I was just being sarcastic to illustrate the point that they favored Intel in the article, when the article explicitly states that they could have had a superiour AMD processor while still spending less than they did on the Intel system. For a fair analysis, they should have evened the budgets for each system. I build budget systems for people quite frequently, and time after time the low end Athlon 64 is the best bang for the buck, and even if it costs a couple dollars more, the performance difference from the Celerons is noticeable even to casual users.
February 19, 2007 4:18:53 PM

Quote:
Also, I SERIOUSLY doubt the effectiveness of 1GB of ram vs 512MB. I challenge THG to rerun their benchmarks with just 512MB. I'm confident the performance difference between 1GB and 512MB will be next to nothing.


All I will say about that is that its obvious that you haven't experienced the difference for yourself. Trust me, it is a very very large difference.

And for people who aren't going to upgrade their systems majorly in the next year or two or three (which happens to be people who spend 300 bucks on a system in my experience), going with a 939 AMD setup would be fine. You can still get PCI-E, but you get a reduced cost feature set. The 939 A64 3200's are only $49 at Newegg, and you can get a really nice 939 board for real cheap these days. Not to mention, DDR ram will be a bit cheaper soon, and right away you have much more performance for the exact same money. Sure, you won't be able to upgrade the processor in 24 months, but how many people, when faced with that situation and that have that capability, actually do upgrade their processors?

I rest my case.
February 19, 2007 4:41:50 PM

How about the five bucks more for the A64 3200+ instead of the semperon crap. Semperons are made for low budget business computing. They are weak, the five dollars more would have smoked the pentium D.
February 19, 2007 4:56:40 PM

Quote:
it was pointed out that the AMD system could have had an athlon 64 3200+ for only $10 more


In the UK, a 3200 costs the same as the sempron listed at £50 and an asus brand am2 motherboard is £35 so i don't think the best choices were made.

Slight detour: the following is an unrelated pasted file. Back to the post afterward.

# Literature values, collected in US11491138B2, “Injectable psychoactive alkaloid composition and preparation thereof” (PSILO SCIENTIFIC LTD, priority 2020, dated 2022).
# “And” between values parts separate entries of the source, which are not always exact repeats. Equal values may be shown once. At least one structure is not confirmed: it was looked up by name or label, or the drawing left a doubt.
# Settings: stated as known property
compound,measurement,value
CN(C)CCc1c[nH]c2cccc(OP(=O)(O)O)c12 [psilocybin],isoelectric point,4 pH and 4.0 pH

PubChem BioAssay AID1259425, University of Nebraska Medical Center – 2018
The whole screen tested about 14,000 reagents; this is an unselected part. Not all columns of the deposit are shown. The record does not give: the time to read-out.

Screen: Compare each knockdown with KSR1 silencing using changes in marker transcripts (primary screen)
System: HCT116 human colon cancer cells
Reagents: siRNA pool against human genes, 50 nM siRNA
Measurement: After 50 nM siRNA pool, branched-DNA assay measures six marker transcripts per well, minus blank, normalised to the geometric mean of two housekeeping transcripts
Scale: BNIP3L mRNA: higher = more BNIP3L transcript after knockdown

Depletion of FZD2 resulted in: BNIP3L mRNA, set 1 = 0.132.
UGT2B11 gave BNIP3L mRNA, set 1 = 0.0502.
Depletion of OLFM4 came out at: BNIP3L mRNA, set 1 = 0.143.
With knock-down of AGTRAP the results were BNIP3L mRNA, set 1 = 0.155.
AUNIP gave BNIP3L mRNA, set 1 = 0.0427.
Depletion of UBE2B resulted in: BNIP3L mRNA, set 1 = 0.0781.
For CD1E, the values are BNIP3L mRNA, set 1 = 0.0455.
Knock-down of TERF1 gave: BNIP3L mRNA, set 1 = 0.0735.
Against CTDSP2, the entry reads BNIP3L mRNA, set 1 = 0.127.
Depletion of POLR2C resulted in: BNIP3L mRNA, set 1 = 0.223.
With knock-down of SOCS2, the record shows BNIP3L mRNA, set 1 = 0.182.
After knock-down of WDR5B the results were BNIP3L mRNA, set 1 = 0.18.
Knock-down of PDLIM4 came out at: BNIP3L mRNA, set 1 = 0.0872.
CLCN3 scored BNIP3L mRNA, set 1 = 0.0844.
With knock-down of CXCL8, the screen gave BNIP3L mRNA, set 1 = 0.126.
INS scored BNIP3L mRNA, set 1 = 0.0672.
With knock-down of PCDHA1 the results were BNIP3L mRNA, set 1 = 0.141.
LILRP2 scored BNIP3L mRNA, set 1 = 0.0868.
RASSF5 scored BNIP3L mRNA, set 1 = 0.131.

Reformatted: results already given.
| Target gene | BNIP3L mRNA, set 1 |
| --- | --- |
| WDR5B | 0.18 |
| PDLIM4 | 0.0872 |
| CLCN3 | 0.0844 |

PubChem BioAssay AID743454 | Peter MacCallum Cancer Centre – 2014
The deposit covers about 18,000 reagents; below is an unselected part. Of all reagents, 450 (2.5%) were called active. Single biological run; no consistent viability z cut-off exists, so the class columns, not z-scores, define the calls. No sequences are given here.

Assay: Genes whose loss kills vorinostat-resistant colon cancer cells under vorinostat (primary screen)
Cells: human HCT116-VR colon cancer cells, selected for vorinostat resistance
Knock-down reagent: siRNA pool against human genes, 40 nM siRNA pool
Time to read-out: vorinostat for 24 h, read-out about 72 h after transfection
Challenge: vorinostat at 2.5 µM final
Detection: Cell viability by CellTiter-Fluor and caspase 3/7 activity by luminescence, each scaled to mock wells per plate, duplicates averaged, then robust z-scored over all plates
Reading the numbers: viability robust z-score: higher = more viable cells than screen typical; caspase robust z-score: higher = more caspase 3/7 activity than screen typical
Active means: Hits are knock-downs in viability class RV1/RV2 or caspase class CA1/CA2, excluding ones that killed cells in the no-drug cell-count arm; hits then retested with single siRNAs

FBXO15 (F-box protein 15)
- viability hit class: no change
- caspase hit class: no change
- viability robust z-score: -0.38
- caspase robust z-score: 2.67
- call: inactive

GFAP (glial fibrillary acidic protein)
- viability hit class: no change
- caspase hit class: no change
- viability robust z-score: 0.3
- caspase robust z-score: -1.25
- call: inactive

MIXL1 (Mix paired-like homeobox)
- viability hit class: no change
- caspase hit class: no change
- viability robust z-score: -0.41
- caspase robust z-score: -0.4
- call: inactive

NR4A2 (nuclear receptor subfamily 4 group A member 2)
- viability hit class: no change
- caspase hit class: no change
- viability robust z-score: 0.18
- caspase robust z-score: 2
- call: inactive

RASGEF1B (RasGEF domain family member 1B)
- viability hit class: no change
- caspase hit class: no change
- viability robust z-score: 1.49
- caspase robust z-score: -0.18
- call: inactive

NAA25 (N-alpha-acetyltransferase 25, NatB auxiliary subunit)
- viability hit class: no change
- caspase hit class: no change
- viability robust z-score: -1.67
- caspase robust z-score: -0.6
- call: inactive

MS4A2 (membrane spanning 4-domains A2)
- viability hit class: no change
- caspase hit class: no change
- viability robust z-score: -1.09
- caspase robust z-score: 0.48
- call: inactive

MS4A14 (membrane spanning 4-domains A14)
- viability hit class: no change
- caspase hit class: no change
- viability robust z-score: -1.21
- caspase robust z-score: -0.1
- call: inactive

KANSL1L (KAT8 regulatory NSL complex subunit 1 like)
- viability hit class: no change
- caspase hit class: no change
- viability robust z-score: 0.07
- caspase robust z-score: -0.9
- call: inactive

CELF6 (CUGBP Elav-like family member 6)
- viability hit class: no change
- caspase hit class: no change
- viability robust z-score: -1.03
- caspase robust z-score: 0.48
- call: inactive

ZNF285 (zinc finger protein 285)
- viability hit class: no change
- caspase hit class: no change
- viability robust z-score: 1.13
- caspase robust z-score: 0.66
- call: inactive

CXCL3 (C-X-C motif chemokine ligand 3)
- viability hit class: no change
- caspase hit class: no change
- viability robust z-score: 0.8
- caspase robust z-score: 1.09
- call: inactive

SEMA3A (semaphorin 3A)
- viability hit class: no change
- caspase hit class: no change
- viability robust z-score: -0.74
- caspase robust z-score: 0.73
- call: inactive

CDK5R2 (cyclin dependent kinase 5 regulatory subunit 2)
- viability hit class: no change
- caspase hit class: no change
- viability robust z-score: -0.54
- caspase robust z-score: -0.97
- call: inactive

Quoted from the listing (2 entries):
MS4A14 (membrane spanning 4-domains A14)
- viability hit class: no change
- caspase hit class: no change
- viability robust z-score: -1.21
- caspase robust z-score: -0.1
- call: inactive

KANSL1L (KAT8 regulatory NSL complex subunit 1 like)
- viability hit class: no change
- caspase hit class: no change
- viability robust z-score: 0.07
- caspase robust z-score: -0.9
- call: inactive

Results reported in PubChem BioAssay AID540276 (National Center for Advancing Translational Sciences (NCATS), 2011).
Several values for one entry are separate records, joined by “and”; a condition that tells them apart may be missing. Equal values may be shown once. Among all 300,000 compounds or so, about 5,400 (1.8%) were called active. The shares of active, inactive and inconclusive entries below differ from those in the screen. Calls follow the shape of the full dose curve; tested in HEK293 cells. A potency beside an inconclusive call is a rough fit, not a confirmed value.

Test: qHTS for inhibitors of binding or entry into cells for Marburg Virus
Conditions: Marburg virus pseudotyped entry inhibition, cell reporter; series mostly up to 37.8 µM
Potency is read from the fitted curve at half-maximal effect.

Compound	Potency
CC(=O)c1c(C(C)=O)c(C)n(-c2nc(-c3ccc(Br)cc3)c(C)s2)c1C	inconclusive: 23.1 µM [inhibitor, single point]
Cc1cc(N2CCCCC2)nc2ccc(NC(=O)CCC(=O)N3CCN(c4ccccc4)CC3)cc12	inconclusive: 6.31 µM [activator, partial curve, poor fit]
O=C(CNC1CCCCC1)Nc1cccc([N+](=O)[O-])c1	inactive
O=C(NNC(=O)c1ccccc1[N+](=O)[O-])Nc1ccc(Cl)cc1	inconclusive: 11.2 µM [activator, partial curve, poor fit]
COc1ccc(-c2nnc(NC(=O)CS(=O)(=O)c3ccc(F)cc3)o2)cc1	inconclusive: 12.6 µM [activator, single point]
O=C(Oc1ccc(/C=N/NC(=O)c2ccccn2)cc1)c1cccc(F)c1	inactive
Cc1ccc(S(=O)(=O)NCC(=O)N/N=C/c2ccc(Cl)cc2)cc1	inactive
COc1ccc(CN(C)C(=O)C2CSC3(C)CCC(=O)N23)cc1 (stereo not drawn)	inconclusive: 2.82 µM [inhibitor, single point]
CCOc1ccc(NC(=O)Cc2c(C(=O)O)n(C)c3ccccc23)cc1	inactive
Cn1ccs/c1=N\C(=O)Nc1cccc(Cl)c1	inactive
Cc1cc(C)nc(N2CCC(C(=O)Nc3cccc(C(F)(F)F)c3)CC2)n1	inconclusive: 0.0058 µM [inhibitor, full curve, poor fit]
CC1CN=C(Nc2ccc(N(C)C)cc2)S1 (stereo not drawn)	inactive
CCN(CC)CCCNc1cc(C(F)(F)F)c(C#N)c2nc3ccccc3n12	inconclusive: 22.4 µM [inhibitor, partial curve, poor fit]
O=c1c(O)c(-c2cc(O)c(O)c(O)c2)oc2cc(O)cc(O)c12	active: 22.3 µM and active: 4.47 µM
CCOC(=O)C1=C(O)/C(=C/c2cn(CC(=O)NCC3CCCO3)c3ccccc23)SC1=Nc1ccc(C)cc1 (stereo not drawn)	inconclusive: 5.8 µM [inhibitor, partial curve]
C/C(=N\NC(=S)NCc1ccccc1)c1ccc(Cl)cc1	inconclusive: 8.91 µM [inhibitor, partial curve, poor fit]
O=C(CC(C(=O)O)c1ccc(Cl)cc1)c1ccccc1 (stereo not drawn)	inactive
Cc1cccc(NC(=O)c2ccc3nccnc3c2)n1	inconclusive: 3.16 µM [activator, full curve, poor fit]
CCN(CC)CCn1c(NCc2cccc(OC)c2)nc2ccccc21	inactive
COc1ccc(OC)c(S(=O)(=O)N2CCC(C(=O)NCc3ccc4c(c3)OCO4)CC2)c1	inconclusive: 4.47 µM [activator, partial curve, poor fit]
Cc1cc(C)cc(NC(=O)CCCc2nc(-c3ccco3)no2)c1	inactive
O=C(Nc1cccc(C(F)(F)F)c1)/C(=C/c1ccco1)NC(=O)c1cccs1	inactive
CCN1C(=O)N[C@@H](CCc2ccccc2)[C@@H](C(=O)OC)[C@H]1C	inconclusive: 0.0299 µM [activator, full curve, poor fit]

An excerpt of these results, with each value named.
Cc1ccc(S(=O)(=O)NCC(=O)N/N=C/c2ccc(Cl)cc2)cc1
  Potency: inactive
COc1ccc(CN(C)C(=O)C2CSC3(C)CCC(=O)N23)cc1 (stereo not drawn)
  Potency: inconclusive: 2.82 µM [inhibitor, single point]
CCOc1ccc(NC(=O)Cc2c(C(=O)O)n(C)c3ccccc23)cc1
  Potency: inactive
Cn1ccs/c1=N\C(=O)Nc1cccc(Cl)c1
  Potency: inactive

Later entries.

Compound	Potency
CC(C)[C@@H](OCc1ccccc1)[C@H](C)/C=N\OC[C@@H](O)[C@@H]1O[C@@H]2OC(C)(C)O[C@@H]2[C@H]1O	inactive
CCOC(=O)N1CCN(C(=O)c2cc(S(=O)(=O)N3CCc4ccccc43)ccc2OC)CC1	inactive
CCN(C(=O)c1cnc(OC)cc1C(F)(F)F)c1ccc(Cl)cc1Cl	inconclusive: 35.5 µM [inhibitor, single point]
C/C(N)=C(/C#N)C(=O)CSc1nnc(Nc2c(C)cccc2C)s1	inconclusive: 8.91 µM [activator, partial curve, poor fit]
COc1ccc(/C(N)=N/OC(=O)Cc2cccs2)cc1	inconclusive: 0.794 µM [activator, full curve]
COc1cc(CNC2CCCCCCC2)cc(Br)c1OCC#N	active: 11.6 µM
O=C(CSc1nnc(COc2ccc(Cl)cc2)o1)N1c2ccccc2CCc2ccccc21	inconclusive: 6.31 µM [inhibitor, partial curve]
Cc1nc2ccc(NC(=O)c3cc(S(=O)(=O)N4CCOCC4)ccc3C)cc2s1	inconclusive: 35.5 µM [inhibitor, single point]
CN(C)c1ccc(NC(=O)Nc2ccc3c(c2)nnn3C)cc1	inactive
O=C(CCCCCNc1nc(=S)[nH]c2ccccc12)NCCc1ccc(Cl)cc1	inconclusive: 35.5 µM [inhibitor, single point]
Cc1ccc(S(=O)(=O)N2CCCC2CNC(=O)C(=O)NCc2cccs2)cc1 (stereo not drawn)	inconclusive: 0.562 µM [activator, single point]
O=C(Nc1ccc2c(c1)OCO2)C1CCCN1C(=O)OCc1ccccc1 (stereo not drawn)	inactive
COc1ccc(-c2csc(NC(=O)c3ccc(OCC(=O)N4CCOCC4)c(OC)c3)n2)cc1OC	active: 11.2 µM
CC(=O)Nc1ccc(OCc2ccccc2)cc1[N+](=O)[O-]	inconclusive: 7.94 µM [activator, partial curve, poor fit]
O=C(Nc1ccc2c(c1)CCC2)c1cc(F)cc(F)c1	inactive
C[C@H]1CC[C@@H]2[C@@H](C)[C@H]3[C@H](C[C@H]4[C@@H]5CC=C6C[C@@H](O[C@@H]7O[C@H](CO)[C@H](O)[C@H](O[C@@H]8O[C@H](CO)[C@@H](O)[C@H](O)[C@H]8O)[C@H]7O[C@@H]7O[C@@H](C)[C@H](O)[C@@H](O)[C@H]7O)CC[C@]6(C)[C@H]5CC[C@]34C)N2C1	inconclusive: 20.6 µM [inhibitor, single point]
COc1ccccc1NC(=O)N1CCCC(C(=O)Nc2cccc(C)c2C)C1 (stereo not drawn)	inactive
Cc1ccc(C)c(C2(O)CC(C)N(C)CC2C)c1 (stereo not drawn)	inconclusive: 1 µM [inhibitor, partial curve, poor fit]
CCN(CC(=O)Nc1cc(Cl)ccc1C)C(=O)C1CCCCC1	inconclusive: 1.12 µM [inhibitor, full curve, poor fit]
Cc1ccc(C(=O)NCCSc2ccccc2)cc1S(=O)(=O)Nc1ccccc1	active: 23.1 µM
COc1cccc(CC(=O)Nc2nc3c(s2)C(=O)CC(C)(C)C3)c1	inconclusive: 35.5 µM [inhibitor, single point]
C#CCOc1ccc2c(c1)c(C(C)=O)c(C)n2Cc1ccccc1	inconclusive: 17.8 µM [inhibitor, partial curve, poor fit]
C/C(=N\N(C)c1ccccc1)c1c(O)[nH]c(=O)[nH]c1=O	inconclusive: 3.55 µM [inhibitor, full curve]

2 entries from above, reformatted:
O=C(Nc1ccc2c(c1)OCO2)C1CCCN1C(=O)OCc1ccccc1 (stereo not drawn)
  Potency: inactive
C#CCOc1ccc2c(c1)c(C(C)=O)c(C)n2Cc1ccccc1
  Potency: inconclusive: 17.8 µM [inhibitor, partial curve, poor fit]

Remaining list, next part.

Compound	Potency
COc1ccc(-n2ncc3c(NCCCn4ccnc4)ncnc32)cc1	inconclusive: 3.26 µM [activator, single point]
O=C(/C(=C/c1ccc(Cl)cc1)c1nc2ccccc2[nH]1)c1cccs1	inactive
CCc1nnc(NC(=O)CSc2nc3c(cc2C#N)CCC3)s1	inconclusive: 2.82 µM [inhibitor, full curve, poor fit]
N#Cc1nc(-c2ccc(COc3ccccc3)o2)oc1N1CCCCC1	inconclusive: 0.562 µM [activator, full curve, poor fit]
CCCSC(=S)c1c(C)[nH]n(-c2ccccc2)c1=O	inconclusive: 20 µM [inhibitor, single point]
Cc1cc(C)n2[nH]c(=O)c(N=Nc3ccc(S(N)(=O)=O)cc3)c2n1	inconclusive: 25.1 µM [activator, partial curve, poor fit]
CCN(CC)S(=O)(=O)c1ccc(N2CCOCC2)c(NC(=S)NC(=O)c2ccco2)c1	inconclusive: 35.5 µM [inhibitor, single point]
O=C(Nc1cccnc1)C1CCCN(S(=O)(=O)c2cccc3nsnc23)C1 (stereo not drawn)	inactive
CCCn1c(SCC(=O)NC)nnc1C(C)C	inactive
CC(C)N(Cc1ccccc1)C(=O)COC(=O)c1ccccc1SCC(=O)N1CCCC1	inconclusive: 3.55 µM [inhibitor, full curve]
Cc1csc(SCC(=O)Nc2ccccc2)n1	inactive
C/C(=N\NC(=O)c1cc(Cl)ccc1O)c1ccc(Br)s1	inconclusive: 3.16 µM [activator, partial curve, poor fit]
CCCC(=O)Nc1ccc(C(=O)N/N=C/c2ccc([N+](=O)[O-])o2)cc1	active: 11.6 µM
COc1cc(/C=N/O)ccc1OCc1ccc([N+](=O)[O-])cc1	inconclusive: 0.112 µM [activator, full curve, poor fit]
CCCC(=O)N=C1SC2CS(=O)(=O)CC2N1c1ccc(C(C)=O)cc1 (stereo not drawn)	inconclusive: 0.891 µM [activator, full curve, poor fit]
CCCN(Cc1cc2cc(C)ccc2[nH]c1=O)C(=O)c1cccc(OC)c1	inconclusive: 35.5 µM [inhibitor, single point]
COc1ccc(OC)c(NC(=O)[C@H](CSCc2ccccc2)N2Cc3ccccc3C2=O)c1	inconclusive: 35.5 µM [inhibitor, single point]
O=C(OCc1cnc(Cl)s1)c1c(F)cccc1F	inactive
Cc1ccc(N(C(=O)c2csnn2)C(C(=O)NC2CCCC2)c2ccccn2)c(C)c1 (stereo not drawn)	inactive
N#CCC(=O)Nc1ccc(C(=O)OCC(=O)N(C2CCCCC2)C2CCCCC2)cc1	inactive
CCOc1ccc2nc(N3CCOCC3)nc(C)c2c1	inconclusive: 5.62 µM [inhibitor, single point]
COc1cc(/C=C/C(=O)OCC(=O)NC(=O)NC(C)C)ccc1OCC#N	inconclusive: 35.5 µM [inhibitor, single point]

Is it just me or are tom's articles losing the quality they once had?

I am starting to feel the same way. Kinda reminds me of a video card article done a while back. Was supposed to be a comparison of cards that you could actually buy, but the reference card they used was a discontinued model. Seems like little research is done as far as what is on the market when they do these types of reviews. I saw a similar article done on maximum pc and they did a much better job and this was before the price cuts.

agreed. heres a quote from the $300 PC article. "You should, however, go for a pair of memory modules instead of a single module with the same capacity, because systems can operate two or four memory modules in so-called dual-channel mode to effectively double the memory throughput."

i didnt realize it was "so-called" dual-channel. last time i checked.. it was just dual channel. they speak of it as if it is a myth. the dragons and aliens and... so-called dual channel! they should just let the experienced forumz members write the articles and dump this staff.
February 19, 2007 5:14:32 PM

Quote:
Also, I SERIOUSLY doubt the effectiveness of 1GB of ram vs 512MB. I challenge THG to rerun their benchmarks with just 512MB. I'm confident the performance difference between 1GB and 512MB will be next to nothing.


All I will say about that is that its obvious that you haven't experienced the difference for yourself. Trust me, it is a very very large difference.